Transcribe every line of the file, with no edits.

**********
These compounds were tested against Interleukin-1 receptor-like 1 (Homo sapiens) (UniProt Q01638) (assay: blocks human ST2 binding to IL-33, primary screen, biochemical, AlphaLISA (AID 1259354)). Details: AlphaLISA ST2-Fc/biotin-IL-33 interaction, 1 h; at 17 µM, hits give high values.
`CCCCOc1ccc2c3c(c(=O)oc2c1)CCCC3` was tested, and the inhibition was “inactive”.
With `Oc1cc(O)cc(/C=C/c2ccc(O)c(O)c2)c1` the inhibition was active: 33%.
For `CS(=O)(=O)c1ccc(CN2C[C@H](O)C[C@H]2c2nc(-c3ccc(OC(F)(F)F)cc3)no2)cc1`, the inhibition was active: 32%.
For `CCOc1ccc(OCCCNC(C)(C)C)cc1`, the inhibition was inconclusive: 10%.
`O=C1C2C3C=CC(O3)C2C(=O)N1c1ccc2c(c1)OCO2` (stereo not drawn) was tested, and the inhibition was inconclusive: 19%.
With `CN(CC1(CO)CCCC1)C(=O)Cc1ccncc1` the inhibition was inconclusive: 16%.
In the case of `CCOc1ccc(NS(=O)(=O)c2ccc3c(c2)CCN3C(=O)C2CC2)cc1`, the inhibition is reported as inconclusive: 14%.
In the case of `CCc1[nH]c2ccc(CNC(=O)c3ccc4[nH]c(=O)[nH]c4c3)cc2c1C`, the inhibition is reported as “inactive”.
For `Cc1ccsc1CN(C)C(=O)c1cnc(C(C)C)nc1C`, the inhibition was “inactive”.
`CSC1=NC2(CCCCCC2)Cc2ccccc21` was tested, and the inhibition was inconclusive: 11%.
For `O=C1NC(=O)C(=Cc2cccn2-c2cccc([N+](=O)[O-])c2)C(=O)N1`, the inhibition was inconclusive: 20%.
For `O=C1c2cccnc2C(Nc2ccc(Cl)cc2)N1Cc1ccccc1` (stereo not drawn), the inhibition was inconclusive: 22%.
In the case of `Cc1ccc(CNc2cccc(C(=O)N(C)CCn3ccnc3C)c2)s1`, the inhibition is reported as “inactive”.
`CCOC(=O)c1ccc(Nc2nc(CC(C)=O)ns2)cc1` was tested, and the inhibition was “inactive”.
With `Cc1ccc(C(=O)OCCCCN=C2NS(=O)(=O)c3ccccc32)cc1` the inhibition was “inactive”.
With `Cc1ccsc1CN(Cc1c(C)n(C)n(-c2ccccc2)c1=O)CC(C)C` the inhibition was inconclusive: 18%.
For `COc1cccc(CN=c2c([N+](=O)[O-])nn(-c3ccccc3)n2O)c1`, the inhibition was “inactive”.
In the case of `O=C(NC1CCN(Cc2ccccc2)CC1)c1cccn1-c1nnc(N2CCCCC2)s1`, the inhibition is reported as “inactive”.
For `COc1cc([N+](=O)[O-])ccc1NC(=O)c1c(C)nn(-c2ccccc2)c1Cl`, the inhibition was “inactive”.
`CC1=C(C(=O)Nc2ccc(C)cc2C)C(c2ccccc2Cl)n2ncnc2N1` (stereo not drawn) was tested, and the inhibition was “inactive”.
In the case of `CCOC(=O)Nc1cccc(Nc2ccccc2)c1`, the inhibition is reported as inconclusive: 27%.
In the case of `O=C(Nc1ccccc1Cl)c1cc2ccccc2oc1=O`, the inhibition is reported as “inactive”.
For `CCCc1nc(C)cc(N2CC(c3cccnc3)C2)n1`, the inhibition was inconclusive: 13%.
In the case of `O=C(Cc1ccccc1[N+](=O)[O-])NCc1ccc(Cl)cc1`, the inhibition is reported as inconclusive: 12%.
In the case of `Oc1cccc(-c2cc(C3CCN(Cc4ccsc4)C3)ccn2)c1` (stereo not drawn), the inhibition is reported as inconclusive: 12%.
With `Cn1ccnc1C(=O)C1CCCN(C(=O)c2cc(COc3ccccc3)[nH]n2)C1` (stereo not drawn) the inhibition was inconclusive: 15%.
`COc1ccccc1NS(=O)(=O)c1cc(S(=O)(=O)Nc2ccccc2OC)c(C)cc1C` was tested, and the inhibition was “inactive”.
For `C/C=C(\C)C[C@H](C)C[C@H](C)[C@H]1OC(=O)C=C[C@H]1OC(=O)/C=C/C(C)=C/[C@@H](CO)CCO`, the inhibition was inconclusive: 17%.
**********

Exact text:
These compounds were tested against Interleukin-1 receptor-like 1 (Homo sapiens) (UniProt Q01638) (assay: blocks human ST2 binding to IL-33, primary screen, biochemical, AlphaLISA (AID 1259354)). Details: AlphaLISA ST2-Fc/biotin-IL-33 interaction, 1 h; at 17 µM, hits give high values.
`CCCCOc1ccc2c3c(c(=O)oc2c1)CCCC3` was tested, and the inhibition was “inactive”.
With `Oc1cc(O)cc(/C=C/c2ccc(O)c(O)c2)c1` the inhibition was active: 33%.
For `CS(=O)(=O)c1ccc(CN2C[C@H](O)C[C@H]2c2nc(-c3ccc(OC(F)(F)F)cc3)no2)cc1`, the inhibition was active: 32%.
For `CCOc1ccc(OCCCNC(C)(C)C)cc1`, the inhibition was inconclusive: 10%.
`O=C1C2C3C=CC(O3)C2C(=O)N1c1ccc2c(c1)OCO2` (stereo not drawn) was tested, and the inhibition was inconclusive: 19%.
With `CN(CC1(CO)CCCC1)C(=O)Cc1ccncc1` the inhibition was inconclusive: 16%.
In the case of `CCOc1ccc(NS(=O)(=O)c2ccc3c(c2)CCN3C(=O)C2CC2)cc1`, the inhibition is reported as inconclusive: 14%.
In the case of `CCc1[nH]c2ccc(CNC(=O)c3ccc4[nH]c(=O)[nH]c4c3)cc2c1C`, the inhibition is reported as “inactive”.
For `Cc1ccsc1CN(C)C(=O)c1cnc(C(C)C)nc1C`, the inhibition was “inactive”.
`CSC1=NC2(CCCCCC2)Cc2ccccc21` was tested, and the inhibition was inconclusive: 11%.
For `O=C1NC(=O)C(=Cc2cccn2-c2cccc([N+](=O)[O-])c2)C(=O)N1`, the inhibition was inconclusive: 20%.
For `O=C1c2cccnc2C(Nc2ccc(Cl)cc2)N1Cc1ccccc1` (stereo not drawn), the inhibition was inconclusive: 22%.
In the case of `Cc1ccc(CNc2cccc(C(=O)N(C)CCn3ccnc3C)c2)s1`, the inhibition is reported as “inactive”.
`CCOC(=O)c1ccc(Nc2nc(CC(C)=O)ns2)cc1` was tested, and the inhibition was “inactive”.
With `Cc1ccc(C(=O)OCCCCN=C2NS(=O)(=O)c3ccccc32)cc1` the inhibition was “inactive”.
With `Cc1ccsc1CN(Cc1c(C)n(C)n(-c2ccccc2)c1=O)CC(C)C` the inhibition was inconclusive: 18%.
For `COc1cccc(CN=c2c([N+](=O)[O-])nn(-c3ccccc3)n2O)c1`, the inhibition was “inactive”.
In the case of `O=C(NC1CCN(Cc2ccccc2)CC1)c1cccn1-c1nnc(N2CCCCC2)s1`, the inhibition is reported as “inactive”.
For `COc1cc([N+](=O)[O-])ccc1NC(=O)c1c(C)nn(-c2ccccc2)c1Cl`, the inhibition was “inactive”.
`CC1=C(C(=O)Nc2ccc(C)cc2C)C(c2ccccc2Cl)n2ncnc2N1` (stereo not drawn) was tested, and the inhibition was “inactive”.
In the case of `CCOC(=O)Nc1cccc(Nc2ccccc2)c1`, the inhibition is reported as inconclusive: 27%.
In the case of `O=C(Nc1ccccc1Cl)c1cc2ccccc2oc1=O`, the inhibition is reported as “inactive”.
For `CCCc1nc(C)cc(N2CC(c3cccnc3)C2)n1`, the inhibition was inconclusive: 13%.
In the case of `O=C(Cc1ccccc1[N+](=O)[O-])NCc1ccc(Cl)cc1`, the inhibition is reported as inconclusive: 12%.
In the case of `Oc1cccc(-c2cc(C3CCN(Cc4ccsc4)C3)ccn2)c1` (stereo not drawn), the inhibition is reported as inconclusive: 12%.
With `Cn1ccnc1C(=O)C1CCCN(C(=O)c2cc(COc3ccccc3)[nH]n2)C1` (stereo not drawn) the inhibition was inconclusive: 15%.
`COc1ccccc1NS(=O)(=O)c1cc(S(=O)(=O)Nc2ccccc2OC)c(C)cc1C` was tested, and the inhibition was “inactive”.
For `C/C=C(\C)C[C@H](C)C[C@H](C)[C@H]1OC(=O)C=C[C@H]1OC(=O)/C=C/C(C)=C/[C@@H](CO)CCO`, the inhibition was inconclusive: 17%.